Siblings are welcome to visit between 10am and 7pm and whilst we don’t place a restriction on the number of siblings we ask that parents are mindful of other patients, space and the environment.
Additional visitors are welcome between 10am and 7pm however we respectfully request that this is limited to no more than three adults per patient at any one time including parent/carer.
Children’s Outpatients and Children’s Observation and Assessment Unit
Two parents or carers are welcome to be with their child in the departments. Due to limited space siblings should only be brought in extenuating circumstances.
Two parents or carers are welcome to be with their child on the ward. If the child is going to theatre/radiology for a procedure only one parent/carer will be able to accompany them down to the relevant department.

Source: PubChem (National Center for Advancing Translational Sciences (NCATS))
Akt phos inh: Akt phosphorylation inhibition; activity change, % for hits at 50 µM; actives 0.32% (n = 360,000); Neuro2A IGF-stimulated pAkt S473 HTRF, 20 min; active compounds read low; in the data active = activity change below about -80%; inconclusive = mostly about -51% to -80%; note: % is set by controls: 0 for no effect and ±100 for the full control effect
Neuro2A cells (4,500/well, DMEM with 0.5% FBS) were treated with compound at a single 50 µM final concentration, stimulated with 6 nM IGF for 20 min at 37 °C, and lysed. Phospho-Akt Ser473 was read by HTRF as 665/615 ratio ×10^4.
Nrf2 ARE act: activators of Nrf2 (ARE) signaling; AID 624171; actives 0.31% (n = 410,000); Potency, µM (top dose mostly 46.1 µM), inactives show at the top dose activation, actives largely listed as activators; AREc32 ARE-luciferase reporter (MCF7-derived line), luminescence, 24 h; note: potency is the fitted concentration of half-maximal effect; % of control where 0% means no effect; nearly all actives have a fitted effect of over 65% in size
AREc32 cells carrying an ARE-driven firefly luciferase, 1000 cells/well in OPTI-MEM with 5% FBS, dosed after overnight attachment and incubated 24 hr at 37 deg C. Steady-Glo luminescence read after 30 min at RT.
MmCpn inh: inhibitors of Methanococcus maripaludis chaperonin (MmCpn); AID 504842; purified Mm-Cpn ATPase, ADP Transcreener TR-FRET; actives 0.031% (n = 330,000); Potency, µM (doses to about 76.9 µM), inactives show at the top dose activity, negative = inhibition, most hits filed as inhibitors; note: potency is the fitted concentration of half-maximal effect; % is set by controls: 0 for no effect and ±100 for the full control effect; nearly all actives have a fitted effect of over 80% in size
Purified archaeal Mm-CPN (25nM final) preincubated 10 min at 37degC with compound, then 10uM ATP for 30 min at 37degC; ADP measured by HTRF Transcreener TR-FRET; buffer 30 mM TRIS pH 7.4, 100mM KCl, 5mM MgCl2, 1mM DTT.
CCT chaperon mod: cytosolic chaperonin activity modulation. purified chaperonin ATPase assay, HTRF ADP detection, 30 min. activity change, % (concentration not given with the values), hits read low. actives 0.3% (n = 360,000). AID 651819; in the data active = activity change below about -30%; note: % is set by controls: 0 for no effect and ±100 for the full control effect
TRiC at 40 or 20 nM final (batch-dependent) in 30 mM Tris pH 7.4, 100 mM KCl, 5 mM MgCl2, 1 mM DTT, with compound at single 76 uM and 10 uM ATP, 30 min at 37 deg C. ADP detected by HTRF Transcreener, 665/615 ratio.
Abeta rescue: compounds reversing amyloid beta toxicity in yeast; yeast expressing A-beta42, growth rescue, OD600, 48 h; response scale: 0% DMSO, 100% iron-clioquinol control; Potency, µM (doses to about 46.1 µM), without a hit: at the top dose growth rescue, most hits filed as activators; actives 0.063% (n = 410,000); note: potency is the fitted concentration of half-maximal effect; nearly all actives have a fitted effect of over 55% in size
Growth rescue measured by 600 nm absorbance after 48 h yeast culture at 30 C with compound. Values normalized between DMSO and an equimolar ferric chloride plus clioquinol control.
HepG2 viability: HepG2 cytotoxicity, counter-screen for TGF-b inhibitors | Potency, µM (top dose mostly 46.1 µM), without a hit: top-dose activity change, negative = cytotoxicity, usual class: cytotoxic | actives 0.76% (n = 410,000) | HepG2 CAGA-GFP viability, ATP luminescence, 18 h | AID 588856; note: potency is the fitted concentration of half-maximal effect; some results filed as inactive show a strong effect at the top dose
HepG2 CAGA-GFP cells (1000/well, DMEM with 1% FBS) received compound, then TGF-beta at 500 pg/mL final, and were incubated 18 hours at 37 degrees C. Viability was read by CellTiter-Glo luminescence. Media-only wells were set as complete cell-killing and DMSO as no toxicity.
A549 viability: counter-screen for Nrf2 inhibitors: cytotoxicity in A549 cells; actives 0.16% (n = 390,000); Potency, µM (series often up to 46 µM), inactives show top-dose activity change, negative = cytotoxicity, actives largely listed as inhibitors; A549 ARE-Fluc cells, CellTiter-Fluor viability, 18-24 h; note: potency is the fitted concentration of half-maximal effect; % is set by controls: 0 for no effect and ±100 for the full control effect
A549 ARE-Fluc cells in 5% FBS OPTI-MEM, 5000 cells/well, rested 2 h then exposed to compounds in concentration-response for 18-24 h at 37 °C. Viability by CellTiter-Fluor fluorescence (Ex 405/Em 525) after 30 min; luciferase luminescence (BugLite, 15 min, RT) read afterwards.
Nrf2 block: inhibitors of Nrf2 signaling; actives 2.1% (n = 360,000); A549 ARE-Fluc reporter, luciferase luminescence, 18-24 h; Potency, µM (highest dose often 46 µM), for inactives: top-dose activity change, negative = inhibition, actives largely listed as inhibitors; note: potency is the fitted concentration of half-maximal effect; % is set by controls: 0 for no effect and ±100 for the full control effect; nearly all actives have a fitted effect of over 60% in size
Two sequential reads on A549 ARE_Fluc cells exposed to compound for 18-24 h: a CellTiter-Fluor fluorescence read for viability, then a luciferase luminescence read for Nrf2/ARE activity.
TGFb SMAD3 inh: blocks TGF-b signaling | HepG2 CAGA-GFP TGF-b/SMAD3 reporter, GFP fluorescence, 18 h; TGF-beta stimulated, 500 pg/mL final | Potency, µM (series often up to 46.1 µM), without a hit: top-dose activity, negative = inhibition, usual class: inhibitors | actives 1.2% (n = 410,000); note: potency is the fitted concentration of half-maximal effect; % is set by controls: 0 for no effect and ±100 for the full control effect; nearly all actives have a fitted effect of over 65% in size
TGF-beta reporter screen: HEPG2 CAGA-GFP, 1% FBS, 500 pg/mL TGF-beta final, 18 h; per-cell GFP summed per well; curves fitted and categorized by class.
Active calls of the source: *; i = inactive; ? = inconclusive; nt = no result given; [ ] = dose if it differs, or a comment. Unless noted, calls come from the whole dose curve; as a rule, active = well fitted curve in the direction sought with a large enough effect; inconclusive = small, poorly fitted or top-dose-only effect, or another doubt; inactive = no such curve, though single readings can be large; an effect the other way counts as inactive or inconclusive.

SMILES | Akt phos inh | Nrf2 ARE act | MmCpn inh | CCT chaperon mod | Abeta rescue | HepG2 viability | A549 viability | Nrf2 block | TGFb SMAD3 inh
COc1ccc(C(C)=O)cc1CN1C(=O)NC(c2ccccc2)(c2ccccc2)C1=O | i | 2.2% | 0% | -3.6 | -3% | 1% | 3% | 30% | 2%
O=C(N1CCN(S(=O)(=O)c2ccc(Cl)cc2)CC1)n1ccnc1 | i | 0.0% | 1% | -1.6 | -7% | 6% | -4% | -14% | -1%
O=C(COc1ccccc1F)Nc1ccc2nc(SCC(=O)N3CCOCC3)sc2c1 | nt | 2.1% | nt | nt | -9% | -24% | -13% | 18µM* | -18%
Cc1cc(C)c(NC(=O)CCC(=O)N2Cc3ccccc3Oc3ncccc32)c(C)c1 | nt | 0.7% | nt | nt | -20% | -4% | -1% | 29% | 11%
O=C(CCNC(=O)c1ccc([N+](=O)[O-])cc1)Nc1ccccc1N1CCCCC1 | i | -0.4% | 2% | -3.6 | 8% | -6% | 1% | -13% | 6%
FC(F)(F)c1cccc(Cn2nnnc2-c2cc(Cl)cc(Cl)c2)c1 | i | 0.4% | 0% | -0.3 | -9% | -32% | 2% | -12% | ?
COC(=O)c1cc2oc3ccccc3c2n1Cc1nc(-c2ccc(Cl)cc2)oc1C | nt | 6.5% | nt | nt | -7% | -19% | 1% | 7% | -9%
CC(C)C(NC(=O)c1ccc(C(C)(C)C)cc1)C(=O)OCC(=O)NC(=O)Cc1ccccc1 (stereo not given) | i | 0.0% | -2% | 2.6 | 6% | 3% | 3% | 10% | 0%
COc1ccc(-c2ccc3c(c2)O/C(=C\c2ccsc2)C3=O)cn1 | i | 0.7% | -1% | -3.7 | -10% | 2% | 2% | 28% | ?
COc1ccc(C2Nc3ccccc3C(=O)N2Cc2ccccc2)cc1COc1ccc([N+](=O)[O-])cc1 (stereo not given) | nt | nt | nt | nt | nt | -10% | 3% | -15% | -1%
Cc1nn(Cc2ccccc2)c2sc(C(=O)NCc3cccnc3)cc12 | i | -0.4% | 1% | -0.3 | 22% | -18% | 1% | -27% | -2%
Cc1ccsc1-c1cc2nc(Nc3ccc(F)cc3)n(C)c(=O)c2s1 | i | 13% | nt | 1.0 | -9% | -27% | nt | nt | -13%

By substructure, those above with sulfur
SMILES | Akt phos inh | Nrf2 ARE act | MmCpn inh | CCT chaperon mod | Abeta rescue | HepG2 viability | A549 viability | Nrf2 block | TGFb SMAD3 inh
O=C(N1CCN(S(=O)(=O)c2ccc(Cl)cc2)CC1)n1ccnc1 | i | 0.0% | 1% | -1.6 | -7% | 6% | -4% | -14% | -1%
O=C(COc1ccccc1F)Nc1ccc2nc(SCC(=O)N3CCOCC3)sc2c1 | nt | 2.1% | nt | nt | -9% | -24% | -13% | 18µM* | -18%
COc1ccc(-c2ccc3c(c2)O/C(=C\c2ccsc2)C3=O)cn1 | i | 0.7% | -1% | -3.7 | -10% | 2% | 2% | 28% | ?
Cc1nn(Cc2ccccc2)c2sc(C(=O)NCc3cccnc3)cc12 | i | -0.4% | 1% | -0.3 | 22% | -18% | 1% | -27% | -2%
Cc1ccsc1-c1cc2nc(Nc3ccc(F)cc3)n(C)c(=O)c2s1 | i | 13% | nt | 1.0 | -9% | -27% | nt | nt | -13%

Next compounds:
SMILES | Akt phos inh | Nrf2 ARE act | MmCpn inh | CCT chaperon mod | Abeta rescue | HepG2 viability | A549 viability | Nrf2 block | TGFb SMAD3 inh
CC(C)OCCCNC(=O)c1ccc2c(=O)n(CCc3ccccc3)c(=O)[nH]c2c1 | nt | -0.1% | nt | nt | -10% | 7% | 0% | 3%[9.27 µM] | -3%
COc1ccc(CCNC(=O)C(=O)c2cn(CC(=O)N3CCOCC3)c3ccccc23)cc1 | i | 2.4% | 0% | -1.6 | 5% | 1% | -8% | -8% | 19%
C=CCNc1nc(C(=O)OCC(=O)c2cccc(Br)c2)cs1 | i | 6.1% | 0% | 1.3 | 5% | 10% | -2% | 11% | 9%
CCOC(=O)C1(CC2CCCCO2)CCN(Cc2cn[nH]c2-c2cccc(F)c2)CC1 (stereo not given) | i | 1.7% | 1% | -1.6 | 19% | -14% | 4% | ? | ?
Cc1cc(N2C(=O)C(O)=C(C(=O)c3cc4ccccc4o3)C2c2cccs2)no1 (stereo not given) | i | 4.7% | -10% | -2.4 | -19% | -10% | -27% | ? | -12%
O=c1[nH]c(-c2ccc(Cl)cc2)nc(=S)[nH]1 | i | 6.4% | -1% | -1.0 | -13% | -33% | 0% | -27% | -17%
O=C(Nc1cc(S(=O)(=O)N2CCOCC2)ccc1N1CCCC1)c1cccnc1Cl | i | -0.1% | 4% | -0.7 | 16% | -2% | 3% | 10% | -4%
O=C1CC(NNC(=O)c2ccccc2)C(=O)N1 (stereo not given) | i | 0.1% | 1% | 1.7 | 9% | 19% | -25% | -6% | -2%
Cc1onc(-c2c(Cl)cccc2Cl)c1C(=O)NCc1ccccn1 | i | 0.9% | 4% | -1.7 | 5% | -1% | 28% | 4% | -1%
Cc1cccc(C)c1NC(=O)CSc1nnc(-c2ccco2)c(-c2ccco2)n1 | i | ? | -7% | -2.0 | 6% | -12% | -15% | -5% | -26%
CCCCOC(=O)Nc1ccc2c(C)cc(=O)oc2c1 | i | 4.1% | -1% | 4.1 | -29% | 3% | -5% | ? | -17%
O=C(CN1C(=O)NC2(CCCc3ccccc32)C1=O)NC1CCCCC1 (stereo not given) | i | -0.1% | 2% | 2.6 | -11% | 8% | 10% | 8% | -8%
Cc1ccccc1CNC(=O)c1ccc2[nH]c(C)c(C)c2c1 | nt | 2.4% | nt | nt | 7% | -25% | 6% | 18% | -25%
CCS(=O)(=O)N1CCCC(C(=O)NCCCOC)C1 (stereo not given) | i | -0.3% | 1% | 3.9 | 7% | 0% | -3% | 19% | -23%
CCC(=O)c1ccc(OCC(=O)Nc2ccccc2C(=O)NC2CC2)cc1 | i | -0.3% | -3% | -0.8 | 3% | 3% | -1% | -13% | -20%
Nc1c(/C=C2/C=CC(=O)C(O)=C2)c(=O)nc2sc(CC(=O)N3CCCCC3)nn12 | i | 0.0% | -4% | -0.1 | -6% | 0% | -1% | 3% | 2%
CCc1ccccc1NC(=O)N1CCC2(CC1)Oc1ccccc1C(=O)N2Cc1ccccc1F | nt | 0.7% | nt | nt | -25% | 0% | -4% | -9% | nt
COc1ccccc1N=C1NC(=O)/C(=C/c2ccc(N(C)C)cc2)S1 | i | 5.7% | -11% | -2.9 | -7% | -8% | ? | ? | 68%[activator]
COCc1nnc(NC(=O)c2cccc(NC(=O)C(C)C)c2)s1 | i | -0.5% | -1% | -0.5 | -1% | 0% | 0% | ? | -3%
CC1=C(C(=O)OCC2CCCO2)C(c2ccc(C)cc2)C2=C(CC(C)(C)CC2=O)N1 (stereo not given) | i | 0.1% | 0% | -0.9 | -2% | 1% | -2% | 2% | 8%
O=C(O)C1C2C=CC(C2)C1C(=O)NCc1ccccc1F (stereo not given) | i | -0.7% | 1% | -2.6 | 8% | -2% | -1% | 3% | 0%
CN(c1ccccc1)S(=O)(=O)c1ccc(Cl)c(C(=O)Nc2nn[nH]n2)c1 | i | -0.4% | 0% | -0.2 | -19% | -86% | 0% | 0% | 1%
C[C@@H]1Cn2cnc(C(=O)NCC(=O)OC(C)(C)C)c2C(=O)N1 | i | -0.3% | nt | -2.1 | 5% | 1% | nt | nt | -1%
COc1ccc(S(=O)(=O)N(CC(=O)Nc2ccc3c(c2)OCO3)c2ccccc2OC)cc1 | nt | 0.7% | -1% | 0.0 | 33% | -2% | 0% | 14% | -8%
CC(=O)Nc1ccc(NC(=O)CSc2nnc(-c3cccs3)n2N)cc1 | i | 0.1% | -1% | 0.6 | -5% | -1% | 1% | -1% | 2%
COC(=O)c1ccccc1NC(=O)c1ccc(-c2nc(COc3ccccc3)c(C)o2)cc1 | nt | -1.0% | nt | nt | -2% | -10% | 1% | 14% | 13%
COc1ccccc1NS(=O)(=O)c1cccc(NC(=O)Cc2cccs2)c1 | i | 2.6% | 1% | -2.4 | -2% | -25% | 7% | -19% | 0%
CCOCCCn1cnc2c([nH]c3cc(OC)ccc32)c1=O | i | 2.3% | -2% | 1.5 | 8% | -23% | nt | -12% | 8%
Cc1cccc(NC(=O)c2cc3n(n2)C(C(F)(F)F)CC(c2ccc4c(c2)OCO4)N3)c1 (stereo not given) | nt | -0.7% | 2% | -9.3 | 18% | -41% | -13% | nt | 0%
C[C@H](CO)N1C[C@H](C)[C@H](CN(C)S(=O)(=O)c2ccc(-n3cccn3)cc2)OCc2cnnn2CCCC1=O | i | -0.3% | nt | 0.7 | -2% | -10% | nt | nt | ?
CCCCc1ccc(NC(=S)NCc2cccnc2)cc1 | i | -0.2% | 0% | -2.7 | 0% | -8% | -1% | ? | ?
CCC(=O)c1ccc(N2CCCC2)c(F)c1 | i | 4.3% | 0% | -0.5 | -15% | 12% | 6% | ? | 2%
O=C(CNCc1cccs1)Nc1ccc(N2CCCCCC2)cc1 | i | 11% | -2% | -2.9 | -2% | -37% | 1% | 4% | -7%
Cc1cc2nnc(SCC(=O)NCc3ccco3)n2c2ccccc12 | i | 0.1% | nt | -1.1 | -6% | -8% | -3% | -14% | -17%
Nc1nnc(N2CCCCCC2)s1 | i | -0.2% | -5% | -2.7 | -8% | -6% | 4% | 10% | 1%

ELHT is proud to support breastfeeding and we have a zero-separation policy. For a parent who is breastfeeding you will be supported to have your baby with you.
Outpatients (including Ambulatory Emergency Care Unit, at Royal Blackburn Teaching Hospital)
If you are attending an outpatients appointment, you are welcome to bring one person with you to your appointment.
Emergency Department / Urgent Care adults and children
- Royal Blackburn Emergency Department
- Royal Blackburn Urgent Treatment Centre
- Rossendale Urgent Treatment Centre
- Burnley General Hospital Urgent Care Unit
- Accrington Victoria Hospital Minor Injuries Unit
Adults – our Emergency Department is extremely busy so to avoid overcrowding and enable our colleagues to treat people as quickly as possible, we ask that only one person accompany a patient receiving treatment. This can be increased if the patient is in a critical condition.
Children - any child under the age of 18 is able to have two parents or carers accompany them to the Emergency Department.
Patients in the last days of life or who have a cognitive impairment or a learning disability will be offered flexible visiting arrangements extending outside of the timings stated above.